Category: Inquiry-Based Learning


The Power of Resilience

By Laurie Thurston

“No fake work” is the cornerstone of Inquiry by Design. And it’s within this mindset that I approach all learning with my students. The work needs to be authentic, relevant, and meaningful. There needs to be an end product: something the students can create that is evidence of the effort and commitment they made to learning. Not all of this needs to come from the texts and lessons crafted by Inquiry By Design, however. Teachers can take projects […]

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Diving In: Why We Don’t “Pre-Teach” Our Texts

The recent increase in text complexity recommendations would seem to require an increase in pre-teaching and front loading of background information to help students tackle the increased difficulty.  Find out why inquiry and close reading affirm the opposite.

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Support for English Learners

By Sarah Noble

I am in the midst of grading my 8th graders’ first interpretive paper of the school year. I am pleasantly surprised by what I see in the first few papers. My students are thinking deeply and engaging in the text based on the evidence they pull from the story. I breathe a sigh of relief, and keep slogging through the remaining 63 essays. The next essay is by “Johnny,” a low-intermediate English learner. He just moved here from […]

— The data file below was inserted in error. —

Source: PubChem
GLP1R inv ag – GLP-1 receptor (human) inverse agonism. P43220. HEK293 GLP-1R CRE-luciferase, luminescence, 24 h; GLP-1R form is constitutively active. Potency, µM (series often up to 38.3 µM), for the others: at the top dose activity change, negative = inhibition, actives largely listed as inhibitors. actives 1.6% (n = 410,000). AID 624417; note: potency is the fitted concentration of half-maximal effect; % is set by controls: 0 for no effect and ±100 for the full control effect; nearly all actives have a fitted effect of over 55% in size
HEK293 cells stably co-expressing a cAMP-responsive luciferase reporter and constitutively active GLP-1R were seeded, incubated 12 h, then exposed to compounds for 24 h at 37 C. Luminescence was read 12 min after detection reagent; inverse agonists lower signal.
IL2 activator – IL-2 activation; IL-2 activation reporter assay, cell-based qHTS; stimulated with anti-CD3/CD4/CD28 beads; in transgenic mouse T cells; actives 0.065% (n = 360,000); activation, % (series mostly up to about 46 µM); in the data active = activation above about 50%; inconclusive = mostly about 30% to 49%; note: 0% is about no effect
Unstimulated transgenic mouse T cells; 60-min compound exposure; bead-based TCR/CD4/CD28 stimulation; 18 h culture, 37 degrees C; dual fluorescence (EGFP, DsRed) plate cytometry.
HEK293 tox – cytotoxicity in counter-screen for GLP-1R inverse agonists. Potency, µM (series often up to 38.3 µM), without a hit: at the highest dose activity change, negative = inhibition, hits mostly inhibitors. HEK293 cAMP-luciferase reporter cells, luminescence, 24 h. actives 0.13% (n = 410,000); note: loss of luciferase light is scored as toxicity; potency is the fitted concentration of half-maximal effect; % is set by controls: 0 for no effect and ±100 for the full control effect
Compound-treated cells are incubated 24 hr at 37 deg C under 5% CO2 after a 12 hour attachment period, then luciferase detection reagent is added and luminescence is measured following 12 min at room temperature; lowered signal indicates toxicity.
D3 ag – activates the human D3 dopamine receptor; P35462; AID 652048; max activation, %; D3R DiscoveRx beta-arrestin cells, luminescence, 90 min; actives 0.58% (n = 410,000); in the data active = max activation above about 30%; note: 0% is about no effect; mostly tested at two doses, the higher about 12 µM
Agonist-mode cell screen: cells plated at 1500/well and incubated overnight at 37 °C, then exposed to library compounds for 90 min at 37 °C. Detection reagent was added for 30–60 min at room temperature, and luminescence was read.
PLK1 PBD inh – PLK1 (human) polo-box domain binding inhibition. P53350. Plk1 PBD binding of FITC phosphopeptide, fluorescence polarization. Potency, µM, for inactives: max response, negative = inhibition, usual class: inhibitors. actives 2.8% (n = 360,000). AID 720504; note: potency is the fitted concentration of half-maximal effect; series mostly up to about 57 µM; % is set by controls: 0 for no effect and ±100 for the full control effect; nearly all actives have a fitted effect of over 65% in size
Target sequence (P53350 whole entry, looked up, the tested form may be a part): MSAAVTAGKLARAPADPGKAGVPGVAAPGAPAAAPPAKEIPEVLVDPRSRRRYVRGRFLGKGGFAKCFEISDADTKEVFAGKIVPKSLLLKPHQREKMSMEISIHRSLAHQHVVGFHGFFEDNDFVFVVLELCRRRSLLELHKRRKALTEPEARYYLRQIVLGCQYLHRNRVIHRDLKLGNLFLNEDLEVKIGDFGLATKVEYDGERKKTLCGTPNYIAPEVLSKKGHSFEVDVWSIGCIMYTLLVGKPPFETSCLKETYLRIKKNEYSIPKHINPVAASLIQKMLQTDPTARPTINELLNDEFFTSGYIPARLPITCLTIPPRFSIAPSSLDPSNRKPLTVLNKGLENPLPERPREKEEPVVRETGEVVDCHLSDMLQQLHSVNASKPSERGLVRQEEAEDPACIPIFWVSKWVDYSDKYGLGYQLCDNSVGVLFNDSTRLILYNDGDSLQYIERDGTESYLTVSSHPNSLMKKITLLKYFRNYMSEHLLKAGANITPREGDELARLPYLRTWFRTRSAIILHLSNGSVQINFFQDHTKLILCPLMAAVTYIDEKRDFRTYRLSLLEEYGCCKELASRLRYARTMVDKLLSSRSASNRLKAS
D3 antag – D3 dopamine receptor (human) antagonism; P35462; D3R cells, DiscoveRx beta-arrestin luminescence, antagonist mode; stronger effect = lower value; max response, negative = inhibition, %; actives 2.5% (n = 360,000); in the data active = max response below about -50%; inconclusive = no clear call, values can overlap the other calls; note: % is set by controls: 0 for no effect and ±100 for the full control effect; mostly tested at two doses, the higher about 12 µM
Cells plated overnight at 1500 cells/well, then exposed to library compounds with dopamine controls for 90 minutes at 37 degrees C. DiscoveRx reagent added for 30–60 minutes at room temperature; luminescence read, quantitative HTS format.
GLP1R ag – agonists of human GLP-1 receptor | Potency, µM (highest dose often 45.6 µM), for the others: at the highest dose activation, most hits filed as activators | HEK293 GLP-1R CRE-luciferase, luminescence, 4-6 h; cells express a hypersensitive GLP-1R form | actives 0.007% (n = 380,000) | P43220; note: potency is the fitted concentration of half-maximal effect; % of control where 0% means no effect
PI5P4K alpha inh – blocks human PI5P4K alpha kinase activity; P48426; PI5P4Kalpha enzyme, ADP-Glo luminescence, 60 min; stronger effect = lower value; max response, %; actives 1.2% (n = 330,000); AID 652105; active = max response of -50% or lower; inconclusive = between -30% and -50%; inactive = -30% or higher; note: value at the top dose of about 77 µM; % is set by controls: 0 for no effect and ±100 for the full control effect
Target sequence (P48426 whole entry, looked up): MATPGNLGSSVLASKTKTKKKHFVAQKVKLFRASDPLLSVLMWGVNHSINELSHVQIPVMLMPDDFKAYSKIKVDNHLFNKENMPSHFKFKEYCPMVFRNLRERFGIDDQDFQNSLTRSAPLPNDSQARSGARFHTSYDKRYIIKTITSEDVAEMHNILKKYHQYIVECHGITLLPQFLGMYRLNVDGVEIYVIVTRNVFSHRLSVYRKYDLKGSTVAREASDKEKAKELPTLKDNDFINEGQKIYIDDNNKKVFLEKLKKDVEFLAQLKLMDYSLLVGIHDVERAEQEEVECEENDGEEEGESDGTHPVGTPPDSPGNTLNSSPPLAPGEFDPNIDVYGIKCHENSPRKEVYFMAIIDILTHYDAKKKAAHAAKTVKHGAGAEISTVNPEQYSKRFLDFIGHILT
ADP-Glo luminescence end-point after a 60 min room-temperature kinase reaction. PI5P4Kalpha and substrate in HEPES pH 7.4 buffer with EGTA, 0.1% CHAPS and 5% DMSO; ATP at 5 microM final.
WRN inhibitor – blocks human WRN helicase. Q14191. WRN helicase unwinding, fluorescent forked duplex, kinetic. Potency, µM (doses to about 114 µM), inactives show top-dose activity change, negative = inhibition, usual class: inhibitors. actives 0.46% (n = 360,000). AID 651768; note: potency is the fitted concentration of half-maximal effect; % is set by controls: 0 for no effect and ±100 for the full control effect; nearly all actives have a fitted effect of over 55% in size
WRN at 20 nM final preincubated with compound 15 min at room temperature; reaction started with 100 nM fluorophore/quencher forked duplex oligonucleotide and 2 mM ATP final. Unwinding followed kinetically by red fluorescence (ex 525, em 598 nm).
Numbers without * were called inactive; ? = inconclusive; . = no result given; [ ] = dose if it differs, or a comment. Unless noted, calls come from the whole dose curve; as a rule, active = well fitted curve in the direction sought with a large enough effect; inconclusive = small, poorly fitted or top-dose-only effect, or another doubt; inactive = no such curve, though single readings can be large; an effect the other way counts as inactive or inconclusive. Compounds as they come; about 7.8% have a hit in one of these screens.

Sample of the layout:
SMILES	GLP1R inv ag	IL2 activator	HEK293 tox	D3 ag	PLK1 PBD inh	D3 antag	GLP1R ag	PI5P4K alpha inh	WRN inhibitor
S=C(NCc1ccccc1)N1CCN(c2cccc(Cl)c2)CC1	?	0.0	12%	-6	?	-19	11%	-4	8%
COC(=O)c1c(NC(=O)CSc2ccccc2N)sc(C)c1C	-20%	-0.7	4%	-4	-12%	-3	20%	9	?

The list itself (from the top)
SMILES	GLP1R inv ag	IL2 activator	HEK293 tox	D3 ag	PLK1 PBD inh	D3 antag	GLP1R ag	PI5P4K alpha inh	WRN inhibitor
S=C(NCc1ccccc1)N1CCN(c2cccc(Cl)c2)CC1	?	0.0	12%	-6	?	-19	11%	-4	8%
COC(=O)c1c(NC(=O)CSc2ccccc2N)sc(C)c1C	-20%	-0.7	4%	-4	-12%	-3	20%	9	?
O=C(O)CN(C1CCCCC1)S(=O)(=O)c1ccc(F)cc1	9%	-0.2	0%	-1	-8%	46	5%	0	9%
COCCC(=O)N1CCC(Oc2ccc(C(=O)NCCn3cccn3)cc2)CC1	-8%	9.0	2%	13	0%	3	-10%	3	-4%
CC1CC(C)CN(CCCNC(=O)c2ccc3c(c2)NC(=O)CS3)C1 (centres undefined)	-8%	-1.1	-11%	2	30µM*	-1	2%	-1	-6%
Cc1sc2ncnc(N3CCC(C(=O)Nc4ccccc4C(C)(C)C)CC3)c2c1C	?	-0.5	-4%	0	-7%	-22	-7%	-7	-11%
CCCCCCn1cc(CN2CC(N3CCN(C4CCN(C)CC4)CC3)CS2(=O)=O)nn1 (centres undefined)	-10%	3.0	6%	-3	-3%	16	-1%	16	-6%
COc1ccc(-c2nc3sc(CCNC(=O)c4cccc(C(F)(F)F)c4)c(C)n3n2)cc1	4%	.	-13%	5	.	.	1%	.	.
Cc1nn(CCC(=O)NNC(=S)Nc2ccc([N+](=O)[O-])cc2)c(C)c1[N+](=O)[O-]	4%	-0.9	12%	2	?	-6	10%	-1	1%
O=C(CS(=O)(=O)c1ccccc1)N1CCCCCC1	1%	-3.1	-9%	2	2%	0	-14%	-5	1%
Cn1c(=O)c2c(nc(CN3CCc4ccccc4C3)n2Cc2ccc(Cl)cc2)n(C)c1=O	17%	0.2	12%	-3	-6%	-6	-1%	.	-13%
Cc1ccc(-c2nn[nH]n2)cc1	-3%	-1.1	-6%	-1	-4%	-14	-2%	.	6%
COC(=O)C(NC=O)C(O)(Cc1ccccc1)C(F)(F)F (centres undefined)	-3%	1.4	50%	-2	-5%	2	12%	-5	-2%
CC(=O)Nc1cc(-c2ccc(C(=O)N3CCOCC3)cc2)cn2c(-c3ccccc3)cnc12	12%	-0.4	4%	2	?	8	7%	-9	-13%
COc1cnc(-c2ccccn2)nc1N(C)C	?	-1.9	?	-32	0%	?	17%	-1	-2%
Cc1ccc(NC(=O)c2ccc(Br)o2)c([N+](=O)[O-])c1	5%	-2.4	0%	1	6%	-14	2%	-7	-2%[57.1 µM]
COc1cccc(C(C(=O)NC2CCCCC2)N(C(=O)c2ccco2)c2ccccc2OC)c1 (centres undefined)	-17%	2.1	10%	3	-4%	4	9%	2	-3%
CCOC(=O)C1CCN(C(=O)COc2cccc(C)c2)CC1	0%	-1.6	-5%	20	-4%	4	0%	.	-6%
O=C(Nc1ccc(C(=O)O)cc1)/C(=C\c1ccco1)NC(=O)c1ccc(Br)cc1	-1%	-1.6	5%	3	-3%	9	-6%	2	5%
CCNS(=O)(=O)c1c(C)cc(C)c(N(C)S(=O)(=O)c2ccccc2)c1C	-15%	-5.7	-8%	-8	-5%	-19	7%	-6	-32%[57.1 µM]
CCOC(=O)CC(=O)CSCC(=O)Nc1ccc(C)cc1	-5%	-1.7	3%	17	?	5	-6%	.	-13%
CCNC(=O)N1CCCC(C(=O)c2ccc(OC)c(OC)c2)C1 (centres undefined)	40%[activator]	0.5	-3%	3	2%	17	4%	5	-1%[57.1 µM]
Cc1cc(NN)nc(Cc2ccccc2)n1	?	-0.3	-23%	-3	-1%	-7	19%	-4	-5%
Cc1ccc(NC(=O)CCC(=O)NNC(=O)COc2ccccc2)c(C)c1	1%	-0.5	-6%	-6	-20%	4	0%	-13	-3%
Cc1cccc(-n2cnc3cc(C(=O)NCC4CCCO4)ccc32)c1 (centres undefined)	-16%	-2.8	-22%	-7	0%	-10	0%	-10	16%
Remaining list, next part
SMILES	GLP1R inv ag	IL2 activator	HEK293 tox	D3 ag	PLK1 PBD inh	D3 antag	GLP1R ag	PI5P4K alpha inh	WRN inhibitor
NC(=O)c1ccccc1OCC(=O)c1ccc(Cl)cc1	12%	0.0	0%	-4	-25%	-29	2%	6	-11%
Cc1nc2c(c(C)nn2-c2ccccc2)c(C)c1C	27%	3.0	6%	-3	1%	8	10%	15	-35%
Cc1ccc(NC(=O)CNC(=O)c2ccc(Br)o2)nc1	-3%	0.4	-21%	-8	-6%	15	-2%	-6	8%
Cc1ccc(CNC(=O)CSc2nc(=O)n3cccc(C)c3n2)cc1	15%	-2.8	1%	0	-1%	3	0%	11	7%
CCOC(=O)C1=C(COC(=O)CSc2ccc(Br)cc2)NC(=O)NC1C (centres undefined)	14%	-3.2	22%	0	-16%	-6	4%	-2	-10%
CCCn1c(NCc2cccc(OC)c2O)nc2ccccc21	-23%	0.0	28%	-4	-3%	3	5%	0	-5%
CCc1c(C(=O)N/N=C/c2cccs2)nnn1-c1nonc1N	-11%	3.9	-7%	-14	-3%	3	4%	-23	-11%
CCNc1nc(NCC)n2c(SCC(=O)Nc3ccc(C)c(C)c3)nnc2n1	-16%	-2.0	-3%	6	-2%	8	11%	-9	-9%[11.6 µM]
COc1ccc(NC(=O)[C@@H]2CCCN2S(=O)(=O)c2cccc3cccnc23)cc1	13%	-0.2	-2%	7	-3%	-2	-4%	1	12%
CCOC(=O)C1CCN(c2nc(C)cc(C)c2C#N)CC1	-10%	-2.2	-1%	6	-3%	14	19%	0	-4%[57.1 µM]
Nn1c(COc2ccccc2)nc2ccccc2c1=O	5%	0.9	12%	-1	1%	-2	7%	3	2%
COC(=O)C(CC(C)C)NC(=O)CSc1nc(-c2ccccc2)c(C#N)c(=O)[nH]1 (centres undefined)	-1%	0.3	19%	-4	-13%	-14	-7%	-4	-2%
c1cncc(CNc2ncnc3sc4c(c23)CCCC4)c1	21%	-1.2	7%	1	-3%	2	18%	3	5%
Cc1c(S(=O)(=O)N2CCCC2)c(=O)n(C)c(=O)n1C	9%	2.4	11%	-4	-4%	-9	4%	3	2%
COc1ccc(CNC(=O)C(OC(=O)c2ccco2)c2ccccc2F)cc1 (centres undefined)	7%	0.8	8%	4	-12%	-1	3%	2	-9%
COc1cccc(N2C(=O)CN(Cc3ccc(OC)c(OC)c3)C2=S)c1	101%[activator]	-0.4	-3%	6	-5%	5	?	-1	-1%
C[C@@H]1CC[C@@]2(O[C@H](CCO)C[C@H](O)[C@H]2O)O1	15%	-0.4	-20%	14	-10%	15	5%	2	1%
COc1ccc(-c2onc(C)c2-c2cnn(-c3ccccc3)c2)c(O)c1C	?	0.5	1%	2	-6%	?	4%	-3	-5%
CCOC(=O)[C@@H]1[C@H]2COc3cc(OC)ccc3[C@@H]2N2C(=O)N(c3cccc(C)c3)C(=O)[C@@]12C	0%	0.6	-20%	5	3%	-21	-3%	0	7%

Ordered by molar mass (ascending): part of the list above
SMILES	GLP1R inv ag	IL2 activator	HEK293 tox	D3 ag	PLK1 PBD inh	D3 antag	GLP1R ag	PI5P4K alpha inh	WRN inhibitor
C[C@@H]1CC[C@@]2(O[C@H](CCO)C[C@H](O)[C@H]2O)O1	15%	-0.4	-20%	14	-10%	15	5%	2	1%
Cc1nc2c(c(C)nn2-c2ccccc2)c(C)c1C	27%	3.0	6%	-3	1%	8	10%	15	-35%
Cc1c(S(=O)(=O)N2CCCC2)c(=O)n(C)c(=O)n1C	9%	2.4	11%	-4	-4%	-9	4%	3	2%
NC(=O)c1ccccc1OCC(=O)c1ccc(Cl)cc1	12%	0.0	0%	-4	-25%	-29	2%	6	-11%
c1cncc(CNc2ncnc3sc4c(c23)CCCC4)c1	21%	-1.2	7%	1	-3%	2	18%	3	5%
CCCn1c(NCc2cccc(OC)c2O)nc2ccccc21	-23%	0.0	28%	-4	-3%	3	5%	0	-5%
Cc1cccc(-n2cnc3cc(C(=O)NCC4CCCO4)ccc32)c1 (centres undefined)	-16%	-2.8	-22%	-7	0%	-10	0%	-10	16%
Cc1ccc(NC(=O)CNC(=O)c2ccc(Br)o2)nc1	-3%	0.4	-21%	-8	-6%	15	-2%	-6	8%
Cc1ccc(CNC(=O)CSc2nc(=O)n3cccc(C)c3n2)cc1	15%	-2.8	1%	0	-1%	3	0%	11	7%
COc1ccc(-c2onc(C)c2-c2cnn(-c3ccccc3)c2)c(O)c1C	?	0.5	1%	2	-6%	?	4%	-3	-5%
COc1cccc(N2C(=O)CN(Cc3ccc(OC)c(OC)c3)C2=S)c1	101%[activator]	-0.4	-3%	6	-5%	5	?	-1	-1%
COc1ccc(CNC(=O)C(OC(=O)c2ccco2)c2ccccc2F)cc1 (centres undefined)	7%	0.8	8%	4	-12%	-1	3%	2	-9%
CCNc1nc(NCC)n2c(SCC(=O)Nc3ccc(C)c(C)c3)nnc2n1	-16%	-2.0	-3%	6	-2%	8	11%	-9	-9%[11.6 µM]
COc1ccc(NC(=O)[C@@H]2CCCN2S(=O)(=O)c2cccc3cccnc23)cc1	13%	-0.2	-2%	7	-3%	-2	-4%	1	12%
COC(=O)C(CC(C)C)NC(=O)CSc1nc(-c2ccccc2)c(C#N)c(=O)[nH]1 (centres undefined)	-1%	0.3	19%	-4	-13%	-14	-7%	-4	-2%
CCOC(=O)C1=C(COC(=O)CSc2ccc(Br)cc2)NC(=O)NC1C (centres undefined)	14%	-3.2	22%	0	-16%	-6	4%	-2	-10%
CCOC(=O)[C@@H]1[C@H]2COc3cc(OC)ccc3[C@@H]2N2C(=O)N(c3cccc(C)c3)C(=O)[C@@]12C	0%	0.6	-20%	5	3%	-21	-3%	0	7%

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English Learners and Dependent Readers: An Unexpected Advantage (Part 1)

“My high kids will be fine. But I can’t imagine what my ELLs and my SPED kids are going to do with this.”

We hear this consistently from teachers all around the country during Inquiry By Design’s curriculum institutes. Based on the increased level of complexity in the texts and considerable rigor of the accompanying tasks in our units of study, it’s a valid concern—but one rarely borne out in practice.

There are several reasons why English language learners and SPED students […]

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Take a Leap Into Inquiry

Bertrand Russell said,

“In all affairs it’s a healthy thing now and then to hang a question mark
on the things you have long taken for granted.”

This is the very spirit of inquiry, but as teachers we sometimes have a hard time assuming this stance. It’s because we grow weary of continually being handed something new and shiny and then just when we’ve figured out how to work the shiny new curriculum/strategy/grading system/initiative/technology/etc, it’s being replaced by something newer and […]

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